LearnLiberty Audio Podcast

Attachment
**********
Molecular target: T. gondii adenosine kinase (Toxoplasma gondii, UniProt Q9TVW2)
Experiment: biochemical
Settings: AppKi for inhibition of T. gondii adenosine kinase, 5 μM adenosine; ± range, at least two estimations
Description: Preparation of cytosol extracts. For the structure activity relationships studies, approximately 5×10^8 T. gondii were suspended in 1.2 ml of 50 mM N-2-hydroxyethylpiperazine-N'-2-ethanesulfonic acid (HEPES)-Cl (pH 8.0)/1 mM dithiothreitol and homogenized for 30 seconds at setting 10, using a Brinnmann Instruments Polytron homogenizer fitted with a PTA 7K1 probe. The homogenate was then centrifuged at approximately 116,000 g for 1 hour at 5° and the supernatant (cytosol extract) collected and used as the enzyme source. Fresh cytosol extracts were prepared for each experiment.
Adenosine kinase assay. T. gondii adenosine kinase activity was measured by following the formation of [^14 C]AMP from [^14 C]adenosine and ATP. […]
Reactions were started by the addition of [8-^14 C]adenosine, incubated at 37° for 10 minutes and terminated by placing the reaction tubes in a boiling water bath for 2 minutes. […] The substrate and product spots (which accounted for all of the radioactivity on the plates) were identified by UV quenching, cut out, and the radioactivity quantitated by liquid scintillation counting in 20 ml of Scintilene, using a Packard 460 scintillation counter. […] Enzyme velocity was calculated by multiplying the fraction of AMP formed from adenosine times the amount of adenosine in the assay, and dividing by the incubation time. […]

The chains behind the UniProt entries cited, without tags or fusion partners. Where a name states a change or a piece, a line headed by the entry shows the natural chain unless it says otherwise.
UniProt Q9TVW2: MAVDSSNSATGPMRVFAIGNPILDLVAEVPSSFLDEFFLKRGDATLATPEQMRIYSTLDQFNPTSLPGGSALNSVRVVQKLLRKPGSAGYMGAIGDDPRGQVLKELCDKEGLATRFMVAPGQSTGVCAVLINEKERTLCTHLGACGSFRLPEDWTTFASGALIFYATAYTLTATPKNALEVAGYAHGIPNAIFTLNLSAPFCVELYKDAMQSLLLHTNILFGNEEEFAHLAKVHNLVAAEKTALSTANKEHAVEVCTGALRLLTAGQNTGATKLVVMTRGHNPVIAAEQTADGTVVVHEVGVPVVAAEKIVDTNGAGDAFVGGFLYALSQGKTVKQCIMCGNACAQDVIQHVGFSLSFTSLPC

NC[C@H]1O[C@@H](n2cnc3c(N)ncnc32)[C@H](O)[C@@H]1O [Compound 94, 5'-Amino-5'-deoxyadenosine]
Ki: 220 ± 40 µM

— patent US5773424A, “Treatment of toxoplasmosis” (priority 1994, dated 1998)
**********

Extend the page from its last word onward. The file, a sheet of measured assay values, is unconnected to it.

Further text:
Summary: Welcome to the LearnLiberty.org podcast. Learn Liberty is a resource for learning about the ideas of a free society. Our goal is to provide a starting point for conversations on important questions: _ What is the nature of man and society? _ What are the best ways to organize human society? _ What is the proper role for government? _ Classical Liberal Tradition We believe that the classical liberal or libertarian tradition can offer compelling answers to these questions. Classical liberal ideas have deep intellectual roots, cultivated by thinkers such as John Locke, Adam Smith, the American Founders, and more recent scholars such as Friedrich Hayek and Milton Friedman. These scholars emphasize the importance of free markets, voluntary exchange, individual rights, and peace. Classical liberal thinkers do not agree on everything, and the speakers on LearnLiberty.org are no exception. We believe exploring and discussing these ideas is so important precisely because we do not all agree. We hope you will join our conversation, and help advance the understanding of these important ideas. Through LearnLiberty.org videos and other content, college professors and public intellectuals provide a resource for understanding: Foundational principles and concepts drawn from disciplines such as economics, philosophy, history, political science, and law Contemporary issues and policy debates that impact individual liberty.